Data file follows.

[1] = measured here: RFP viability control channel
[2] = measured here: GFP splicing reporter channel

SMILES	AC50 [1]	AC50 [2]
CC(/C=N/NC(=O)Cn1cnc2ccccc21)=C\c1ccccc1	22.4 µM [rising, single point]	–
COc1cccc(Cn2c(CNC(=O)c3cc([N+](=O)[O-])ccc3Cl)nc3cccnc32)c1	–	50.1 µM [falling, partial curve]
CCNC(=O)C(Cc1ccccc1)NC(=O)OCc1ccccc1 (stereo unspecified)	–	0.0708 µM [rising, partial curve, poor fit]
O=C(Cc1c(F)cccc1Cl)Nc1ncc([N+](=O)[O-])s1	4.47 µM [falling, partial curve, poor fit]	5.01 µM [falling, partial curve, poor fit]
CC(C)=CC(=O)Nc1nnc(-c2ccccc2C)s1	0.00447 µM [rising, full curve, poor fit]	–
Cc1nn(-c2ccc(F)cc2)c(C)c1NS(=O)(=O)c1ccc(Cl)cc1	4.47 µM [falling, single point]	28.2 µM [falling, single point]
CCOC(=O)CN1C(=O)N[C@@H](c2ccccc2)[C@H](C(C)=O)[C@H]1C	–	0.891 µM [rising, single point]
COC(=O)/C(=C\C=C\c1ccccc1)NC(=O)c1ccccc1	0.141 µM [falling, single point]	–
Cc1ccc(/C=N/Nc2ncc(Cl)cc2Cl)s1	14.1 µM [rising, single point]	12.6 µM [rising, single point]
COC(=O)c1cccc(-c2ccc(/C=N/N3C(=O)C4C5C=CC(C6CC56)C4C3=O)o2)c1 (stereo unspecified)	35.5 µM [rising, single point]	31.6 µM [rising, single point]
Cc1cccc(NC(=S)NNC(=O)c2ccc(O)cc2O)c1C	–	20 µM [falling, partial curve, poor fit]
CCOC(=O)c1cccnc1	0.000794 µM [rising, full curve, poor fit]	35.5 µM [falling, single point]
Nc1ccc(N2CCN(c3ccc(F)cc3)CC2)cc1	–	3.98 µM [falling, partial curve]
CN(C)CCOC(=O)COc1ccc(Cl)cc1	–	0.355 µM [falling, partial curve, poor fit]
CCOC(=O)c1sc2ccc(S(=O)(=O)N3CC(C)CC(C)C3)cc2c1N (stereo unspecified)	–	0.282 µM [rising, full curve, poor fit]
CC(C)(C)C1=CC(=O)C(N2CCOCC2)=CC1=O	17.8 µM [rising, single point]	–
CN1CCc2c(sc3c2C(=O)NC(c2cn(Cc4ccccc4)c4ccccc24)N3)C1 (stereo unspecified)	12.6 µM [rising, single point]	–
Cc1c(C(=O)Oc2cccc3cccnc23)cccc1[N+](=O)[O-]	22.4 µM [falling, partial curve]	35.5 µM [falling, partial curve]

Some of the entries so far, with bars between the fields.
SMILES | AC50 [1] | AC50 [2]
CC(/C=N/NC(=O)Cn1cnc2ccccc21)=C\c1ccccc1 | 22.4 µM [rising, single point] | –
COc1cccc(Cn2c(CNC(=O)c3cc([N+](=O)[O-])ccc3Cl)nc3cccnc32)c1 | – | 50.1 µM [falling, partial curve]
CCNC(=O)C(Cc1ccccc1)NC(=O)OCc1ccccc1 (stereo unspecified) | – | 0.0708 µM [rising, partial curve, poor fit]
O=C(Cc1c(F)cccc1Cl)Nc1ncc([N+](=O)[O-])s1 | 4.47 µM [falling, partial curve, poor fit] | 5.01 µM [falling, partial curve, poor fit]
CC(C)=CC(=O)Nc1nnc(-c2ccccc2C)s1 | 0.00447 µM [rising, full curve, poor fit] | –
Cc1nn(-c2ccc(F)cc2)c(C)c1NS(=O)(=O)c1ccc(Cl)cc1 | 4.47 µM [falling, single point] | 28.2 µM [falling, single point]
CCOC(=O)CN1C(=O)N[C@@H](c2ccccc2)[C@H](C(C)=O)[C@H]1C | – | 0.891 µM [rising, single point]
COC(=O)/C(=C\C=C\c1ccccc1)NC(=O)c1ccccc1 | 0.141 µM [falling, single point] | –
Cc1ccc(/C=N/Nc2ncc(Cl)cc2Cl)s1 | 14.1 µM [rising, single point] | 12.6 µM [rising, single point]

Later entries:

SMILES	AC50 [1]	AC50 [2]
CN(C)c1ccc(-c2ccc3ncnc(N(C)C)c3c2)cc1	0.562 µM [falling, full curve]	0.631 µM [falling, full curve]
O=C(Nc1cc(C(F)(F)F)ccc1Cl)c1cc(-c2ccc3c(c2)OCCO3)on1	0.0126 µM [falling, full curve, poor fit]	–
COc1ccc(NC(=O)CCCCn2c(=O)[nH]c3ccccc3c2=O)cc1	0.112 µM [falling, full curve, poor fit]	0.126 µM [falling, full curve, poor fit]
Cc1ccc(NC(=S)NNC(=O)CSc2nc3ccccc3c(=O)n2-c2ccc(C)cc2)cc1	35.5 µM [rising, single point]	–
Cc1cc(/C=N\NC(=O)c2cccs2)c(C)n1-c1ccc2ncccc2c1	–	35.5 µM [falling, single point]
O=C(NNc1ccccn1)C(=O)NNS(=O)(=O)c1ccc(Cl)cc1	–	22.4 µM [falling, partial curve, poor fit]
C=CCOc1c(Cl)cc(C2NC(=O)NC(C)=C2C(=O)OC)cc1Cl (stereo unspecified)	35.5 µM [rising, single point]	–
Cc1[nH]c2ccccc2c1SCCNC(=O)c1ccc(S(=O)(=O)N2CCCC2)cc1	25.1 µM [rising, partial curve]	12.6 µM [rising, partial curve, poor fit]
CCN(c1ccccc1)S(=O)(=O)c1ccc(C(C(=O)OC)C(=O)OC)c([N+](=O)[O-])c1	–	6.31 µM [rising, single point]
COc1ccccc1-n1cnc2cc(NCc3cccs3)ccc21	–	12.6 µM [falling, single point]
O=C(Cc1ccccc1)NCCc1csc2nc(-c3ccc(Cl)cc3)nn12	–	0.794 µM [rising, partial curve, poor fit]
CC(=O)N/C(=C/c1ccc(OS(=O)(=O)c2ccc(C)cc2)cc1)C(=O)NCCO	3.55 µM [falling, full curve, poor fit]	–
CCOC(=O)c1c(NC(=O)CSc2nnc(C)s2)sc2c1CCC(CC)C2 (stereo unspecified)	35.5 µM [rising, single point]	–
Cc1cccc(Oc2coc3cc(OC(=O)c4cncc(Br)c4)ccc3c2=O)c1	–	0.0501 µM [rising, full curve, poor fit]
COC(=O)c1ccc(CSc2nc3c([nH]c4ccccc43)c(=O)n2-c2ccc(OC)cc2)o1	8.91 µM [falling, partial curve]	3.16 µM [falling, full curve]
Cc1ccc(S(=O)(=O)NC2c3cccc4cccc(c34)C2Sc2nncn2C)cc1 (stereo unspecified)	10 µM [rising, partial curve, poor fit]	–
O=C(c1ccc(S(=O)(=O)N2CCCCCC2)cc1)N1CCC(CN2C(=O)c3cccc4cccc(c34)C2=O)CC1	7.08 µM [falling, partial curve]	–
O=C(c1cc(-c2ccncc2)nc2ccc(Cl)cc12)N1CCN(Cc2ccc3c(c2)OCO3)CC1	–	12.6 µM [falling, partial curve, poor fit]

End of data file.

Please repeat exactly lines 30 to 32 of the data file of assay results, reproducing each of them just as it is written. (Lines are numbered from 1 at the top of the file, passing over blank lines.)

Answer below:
CCOC(=O)CN1C(=O)N[C@@H](c2ccccc2)[C@H](C(C)=O)[C@H]1C | – | 0.891 µM [rising, single point]
COC(=O)/C(=C\C=C\c1ccccc1)NC(=O)c1ccccc1 | 0.141 µM [falling, single point] | –
Cc1ccc(/C=N/Nc2ncc(Cl)cc2Cl)s1 | 14.1 µM [rising, single point] | 12.6 µM [rising, single point]